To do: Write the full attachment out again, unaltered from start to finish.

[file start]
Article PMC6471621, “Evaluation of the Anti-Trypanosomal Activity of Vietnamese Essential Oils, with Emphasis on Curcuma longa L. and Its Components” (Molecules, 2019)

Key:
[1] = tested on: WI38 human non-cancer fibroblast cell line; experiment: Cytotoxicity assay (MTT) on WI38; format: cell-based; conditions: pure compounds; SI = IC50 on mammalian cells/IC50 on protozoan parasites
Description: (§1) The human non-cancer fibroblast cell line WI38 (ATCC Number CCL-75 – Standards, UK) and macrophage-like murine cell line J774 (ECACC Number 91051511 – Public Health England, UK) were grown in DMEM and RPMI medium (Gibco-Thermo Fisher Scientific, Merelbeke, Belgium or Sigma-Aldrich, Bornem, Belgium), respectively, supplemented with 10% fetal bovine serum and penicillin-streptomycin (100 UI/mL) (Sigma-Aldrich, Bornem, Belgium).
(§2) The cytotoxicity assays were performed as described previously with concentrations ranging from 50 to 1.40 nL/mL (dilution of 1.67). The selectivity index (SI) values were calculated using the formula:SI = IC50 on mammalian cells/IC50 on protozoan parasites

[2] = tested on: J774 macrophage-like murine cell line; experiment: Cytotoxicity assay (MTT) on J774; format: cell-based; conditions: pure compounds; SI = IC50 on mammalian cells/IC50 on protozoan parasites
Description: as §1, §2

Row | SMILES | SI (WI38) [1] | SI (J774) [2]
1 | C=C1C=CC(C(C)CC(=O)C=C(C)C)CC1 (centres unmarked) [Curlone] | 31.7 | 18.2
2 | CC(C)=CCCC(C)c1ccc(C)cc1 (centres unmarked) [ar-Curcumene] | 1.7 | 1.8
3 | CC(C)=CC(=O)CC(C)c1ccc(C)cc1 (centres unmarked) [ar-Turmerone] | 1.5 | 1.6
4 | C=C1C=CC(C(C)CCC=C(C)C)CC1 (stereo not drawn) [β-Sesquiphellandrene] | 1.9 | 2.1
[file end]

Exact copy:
Article PMC6471621, “Evaluation of the Anti-Trypanosomal Activity of Vietnamese Essential Oils, with Emphasis on Curcuma longa L. and Its Components” (Molecules, 2019)

Key:
[1] = tested on: WI38 human non-cancer fibroblast cell line; experiment: Cytotoxicity assay (MTT) on WI38; format: cell-based; conditions: pure compounds; SI = IC50 on mammalian cells/IC50 on protozoan parasites
Description: (§1) The human non-cancer fibroblast cell line WI38 (ATCC Number CCL-75 – Standards, UK) and macrophage-like murine cell line J774 (ECACC Number 91051511 – Public Health England, UK) were grown in DMEM and RPMI medium (Gibco-Thermo Fisher Scientific, Merelbeke, Belgium or Sigma-Aldrich, Bornem, Belgium), respectively, supplemented with 10% fetal bovine serum and penicillin-streptomycin (100 UI/mL) (Sigma-Aldrich, Bornem, Belgium).
(§2) The cytotoxicity assays were performed as described previously with concentrations ranging from 50 to 1.40 nL/mL (dilution of 1.67). The selectivity index (SI) values were calculated using the formula:SI = IC50 on mammalian cells/IC50 on protozoan parasites

[2] = tested on: J774 macrophage-like murine cell line; experiment: Cytotoxicity assay (MTT) on J774; format: cell-based; conditions: pure compounds; SI = IC50 on mammalian cells/IC50 on protozoan parasites
Description: as §1, §2

Row | SMILES | SI (WI38) [1] | SI (J774) [2]
1 | C=C1C=CC(C(C)CC(=O)C=C(C)C)CC1 (centres unmarked) [Curlone] | 31.7 | 18.2
2 | CC(C)=CCCC(C)c1ccc(C)cc1 (centres unmarked) [ar-Curcumene] | 1.7 | 1.8
3 | CC(C)=CC(=O)CC(C)c1ccc(C)cc1 (centres unmarked) [ar-Turmerone] | 1.5 | 1.6
4 | C=C1C=CC(C(C)CCC=C(C)C)CC1 (stereo not drawn) [β-Sesquiphellandrene] | 1.9 | 2.1